I had never tasted an energy drink in my life before I was handed a sample bottle of Amp at a public gathering in San Francisco last month. Tasting a bit metallic, it was composed mainly of orange juice and caffeine, prompting my husband to ask why, if one desired the vitamins provided by juice and the energy provided by caffeine, one would imbibe them together, as the taste of both would then be inevitably compromised. Why not drink juice, he wondered, and then drink a Frappucino?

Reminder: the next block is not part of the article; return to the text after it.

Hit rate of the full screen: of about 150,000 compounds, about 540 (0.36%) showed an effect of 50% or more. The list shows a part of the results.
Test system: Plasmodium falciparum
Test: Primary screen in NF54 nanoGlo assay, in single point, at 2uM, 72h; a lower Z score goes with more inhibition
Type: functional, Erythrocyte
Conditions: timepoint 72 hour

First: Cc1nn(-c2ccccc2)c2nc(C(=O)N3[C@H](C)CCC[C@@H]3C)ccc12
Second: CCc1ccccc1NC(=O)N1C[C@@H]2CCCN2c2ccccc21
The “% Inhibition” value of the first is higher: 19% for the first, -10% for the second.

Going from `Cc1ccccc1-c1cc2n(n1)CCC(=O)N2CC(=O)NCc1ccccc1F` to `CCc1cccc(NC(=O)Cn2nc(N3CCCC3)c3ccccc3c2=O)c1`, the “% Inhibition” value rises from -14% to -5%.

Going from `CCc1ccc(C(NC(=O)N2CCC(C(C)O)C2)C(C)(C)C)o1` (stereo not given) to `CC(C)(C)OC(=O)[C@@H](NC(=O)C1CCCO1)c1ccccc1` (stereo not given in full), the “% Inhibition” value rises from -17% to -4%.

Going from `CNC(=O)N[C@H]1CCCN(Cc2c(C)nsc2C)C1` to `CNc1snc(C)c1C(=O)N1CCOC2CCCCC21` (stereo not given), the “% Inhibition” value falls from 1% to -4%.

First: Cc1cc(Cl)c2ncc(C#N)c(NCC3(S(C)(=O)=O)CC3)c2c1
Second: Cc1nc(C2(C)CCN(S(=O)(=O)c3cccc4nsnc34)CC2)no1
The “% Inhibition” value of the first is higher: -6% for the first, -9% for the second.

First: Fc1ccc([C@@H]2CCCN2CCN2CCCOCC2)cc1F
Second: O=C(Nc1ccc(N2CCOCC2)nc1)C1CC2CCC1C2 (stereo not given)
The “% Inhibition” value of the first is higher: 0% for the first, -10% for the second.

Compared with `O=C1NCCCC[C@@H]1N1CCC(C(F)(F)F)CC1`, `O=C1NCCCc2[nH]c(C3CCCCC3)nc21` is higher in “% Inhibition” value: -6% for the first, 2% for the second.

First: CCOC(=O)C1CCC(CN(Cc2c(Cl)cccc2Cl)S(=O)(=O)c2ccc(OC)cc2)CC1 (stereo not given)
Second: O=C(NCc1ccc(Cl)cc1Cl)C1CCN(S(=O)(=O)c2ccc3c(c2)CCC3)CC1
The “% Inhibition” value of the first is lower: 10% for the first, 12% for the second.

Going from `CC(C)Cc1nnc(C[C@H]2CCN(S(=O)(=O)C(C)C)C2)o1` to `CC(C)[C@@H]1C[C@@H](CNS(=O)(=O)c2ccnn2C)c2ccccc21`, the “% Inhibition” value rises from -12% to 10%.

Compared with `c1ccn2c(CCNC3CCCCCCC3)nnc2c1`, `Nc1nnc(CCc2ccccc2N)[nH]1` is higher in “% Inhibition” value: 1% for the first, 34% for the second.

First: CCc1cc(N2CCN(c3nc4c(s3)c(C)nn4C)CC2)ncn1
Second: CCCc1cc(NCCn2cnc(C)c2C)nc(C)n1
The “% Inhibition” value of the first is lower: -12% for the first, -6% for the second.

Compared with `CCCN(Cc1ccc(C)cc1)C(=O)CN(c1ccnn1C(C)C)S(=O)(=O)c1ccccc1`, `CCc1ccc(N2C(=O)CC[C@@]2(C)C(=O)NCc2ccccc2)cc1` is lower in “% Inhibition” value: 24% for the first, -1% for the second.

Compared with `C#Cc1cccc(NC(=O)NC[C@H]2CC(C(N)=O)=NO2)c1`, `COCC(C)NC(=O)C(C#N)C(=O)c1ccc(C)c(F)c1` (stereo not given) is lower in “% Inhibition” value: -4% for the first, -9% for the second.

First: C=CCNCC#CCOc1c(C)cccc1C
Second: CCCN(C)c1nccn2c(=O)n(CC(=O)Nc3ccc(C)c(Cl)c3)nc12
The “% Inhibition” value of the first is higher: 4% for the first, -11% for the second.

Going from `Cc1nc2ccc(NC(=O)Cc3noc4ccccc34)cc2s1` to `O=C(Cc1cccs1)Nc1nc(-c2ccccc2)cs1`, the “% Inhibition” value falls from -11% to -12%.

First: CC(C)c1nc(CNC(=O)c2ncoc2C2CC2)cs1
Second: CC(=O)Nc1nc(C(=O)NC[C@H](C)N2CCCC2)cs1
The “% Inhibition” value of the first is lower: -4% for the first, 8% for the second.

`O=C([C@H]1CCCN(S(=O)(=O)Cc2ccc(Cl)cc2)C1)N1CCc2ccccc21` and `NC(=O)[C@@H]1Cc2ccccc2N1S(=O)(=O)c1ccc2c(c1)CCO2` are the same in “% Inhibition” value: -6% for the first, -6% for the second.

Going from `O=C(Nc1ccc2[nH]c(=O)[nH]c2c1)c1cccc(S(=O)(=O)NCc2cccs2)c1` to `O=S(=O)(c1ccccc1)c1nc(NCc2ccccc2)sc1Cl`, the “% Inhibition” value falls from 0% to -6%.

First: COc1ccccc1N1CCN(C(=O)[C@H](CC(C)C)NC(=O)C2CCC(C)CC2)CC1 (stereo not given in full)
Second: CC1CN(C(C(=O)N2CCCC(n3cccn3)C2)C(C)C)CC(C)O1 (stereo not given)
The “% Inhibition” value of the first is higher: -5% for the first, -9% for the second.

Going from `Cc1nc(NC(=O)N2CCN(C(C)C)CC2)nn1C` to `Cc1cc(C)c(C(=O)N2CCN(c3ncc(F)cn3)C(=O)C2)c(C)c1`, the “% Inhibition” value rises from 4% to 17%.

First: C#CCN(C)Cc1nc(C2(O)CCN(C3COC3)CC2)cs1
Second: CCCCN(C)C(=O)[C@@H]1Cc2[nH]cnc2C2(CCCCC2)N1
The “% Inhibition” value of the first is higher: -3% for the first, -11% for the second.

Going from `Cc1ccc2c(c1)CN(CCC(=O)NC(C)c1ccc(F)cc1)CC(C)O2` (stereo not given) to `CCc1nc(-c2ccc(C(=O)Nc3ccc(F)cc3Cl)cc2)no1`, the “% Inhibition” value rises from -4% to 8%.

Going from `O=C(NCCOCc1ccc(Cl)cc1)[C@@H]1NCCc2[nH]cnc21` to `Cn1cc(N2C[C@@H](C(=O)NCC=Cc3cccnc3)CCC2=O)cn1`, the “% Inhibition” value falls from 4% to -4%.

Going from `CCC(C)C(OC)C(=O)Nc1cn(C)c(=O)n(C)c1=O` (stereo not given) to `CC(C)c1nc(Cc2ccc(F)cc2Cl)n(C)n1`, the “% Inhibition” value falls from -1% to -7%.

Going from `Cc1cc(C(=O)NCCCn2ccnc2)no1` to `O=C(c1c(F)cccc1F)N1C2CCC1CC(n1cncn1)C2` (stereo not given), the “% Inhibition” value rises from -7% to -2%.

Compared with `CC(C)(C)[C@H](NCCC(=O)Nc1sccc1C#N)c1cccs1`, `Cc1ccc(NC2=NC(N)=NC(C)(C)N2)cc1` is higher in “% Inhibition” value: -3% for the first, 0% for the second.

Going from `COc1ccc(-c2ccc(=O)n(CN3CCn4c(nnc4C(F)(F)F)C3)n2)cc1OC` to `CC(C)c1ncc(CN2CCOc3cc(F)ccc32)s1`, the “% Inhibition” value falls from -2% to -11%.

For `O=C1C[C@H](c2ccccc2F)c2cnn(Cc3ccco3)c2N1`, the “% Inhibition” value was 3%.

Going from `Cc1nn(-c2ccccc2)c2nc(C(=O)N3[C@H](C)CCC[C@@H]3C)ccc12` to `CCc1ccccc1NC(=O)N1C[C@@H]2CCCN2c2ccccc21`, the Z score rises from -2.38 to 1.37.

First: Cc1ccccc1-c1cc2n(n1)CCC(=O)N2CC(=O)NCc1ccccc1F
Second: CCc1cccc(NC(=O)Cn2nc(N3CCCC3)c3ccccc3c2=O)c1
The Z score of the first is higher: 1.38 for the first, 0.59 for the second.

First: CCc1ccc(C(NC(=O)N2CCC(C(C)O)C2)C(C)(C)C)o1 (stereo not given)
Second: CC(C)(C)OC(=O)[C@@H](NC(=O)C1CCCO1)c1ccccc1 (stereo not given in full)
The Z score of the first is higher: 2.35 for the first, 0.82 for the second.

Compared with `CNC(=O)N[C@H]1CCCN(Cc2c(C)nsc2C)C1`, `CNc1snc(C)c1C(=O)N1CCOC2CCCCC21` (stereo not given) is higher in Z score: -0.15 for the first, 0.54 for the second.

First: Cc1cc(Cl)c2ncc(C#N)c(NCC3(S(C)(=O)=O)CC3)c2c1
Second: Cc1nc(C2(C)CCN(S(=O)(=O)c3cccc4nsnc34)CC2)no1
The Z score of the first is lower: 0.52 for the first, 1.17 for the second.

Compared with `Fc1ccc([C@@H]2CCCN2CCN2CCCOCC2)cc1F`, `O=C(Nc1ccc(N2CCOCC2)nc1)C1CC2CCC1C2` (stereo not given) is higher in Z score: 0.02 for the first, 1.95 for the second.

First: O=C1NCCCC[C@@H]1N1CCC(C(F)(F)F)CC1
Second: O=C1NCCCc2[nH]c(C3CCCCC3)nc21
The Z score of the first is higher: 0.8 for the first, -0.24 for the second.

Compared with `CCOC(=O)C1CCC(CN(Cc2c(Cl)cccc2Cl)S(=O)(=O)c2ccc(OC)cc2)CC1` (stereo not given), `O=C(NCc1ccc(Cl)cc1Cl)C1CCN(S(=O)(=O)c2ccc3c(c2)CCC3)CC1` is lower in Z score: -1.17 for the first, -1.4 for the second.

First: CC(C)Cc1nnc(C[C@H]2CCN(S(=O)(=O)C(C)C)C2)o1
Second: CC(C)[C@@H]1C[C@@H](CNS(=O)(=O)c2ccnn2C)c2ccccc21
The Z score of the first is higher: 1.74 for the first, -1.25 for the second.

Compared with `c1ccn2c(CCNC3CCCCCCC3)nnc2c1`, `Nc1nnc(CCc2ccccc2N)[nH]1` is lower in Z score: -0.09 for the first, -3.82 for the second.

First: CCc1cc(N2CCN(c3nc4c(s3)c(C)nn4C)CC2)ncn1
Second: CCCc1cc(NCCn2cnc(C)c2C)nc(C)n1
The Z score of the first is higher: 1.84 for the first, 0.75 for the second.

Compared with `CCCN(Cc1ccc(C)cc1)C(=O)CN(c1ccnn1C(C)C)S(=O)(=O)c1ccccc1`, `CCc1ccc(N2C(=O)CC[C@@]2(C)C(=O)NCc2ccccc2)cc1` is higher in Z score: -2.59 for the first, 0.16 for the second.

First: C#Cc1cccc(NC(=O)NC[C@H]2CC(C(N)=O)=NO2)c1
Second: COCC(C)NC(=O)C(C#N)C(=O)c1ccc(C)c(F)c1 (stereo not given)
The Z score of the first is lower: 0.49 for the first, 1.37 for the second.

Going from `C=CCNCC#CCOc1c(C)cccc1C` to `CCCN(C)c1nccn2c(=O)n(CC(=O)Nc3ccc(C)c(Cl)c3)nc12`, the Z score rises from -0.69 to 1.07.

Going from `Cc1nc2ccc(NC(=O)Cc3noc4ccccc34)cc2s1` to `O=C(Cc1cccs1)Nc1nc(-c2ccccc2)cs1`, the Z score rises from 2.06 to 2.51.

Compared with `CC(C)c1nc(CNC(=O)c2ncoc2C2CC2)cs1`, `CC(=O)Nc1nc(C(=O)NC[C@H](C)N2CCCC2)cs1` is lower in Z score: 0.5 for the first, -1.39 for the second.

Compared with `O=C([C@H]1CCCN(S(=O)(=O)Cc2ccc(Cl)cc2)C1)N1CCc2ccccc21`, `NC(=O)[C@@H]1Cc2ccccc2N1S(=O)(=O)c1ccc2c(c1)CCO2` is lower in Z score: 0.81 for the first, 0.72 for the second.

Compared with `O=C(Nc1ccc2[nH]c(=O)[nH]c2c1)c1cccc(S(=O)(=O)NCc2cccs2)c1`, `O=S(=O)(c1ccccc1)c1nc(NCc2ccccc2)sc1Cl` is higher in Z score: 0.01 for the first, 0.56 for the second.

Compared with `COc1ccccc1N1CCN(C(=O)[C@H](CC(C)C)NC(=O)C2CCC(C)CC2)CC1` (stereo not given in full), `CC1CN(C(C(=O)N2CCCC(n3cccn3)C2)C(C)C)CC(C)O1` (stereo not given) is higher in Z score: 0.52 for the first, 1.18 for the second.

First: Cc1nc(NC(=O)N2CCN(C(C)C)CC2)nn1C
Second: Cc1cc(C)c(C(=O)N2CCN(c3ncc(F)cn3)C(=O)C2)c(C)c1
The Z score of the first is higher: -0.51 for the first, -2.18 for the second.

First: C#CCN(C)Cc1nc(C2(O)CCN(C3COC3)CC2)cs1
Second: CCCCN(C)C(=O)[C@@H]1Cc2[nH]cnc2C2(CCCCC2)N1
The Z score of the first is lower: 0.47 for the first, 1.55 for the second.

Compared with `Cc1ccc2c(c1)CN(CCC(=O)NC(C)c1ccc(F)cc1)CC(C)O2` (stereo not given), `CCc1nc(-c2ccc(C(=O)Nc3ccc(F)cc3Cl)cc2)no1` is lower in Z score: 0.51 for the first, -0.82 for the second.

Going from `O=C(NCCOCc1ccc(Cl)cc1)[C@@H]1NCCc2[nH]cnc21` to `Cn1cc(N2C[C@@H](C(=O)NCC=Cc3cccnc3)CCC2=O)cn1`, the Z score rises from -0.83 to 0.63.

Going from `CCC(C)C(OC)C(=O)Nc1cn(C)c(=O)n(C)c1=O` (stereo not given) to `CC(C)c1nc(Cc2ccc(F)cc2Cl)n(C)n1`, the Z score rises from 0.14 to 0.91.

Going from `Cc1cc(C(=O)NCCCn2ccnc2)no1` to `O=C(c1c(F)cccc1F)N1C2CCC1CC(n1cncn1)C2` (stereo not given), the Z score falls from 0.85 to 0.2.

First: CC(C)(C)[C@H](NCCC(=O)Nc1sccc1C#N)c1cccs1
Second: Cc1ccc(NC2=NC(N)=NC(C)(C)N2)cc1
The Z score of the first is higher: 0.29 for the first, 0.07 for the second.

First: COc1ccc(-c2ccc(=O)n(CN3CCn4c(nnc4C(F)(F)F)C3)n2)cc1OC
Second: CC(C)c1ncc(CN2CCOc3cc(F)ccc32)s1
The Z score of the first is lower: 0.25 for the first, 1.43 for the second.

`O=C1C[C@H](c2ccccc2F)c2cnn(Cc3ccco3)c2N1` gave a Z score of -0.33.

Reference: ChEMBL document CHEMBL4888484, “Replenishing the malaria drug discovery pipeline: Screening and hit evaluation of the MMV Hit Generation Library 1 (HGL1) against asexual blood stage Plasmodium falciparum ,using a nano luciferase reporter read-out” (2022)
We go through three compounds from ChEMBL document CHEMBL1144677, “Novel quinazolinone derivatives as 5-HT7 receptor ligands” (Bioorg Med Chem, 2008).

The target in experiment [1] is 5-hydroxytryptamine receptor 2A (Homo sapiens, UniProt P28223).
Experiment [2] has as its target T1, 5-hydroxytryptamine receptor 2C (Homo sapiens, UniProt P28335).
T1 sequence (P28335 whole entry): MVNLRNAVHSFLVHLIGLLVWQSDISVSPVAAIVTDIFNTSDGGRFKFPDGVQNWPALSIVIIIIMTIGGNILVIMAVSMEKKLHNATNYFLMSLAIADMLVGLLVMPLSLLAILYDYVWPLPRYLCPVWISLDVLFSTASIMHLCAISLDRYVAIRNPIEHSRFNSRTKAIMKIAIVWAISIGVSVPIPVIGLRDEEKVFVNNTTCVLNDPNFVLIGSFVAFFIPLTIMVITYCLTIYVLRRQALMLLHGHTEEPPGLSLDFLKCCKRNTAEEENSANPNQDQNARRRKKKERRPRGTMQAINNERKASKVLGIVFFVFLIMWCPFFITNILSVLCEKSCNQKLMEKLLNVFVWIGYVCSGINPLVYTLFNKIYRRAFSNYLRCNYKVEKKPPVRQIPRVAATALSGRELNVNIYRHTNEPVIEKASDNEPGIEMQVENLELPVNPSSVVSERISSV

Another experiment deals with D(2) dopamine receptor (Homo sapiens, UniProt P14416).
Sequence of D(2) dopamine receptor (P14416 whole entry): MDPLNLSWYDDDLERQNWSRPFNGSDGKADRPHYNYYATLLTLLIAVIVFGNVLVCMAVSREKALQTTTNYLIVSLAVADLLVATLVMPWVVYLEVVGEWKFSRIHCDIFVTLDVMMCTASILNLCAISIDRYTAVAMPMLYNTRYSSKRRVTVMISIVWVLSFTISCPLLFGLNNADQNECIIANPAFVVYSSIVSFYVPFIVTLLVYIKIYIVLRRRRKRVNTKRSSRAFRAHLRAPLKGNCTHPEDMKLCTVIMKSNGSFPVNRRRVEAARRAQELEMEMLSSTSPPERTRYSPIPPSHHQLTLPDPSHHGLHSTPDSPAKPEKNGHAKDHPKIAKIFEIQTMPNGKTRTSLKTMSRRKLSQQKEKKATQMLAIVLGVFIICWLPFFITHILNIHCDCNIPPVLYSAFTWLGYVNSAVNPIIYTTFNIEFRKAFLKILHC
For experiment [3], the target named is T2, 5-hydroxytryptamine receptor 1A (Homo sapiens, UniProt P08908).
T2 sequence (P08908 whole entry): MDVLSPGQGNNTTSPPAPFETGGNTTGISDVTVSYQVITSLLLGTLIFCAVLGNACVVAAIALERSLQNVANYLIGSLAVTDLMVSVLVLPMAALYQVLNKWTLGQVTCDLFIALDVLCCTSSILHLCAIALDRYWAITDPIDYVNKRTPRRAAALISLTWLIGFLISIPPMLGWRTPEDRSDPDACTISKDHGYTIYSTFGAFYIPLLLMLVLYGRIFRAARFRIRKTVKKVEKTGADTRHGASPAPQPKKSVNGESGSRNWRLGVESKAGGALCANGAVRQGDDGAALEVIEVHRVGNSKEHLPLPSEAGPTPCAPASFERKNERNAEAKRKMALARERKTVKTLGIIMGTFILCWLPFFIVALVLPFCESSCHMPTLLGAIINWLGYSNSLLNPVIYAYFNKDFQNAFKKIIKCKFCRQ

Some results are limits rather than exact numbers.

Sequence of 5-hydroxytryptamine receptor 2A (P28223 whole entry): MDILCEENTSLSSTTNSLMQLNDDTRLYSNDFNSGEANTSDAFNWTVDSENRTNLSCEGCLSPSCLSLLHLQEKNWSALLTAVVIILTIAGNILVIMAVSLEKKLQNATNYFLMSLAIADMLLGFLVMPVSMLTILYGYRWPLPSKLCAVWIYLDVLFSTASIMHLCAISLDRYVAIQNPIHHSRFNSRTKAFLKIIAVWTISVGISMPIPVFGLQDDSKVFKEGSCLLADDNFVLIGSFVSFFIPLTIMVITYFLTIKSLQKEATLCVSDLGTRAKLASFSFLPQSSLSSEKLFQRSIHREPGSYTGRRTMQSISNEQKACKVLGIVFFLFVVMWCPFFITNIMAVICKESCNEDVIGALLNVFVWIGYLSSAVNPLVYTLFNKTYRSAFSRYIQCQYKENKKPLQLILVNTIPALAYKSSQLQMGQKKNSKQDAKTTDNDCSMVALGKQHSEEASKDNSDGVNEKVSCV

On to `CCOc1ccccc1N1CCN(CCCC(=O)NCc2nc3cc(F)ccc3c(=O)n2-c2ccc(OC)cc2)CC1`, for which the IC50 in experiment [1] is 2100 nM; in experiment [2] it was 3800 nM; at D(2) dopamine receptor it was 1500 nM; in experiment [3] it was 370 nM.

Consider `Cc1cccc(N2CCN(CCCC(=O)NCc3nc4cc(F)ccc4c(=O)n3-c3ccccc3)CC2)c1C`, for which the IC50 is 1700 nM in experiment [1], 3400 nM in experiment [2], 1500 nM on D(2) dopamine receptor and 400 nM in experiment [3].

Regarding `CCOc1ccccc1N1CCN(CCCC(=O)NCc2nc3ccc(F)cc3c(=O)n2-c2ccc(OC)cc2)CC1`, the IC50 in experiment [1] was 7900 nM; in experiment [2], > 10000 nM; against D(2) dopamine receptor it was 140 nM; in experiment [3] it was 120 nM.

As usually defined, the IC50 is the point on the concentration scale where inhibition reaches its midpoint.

This led me to research and write an article about energy drinks, which represent a $5 billion industry. Some of these drinks contain as much caffeine, in a single can or bottle, as do two standard cups of coffee. Over 65 percent of regular energy-drink consumers are young men, which largely answers my husband's question. Energy drinks are aggressively marketed to young men using words and images that market research has proven appeal to young men. Their packaging and advertising campaigns evoke speed, violence, risky sports, sex, drugs, and death: skulls, skateboards, race cars, bikini babes, double entendres. Each has its own theme, but these drinks also contain vitamins and amino acids and the implication is that they healthily boost athletic and sexual prowess, while occasionally letting the drinker flirt with death -- in a fun way. The hundreds of drinks on the market bear unsubtle names such as these: Bawls, Blood, Ammo, B52, Enorm, Atomic Blast, Banzai, Beaver Buzz, Death Adder, Damzl Fuel, Pussy, Erektus, Sin, Greed, NeuroGasm, Adrenalyn, Xtazy, WhoopAss. One energy drink is actually called Cocaine. The name appears in powdery white on bright red and blue cans.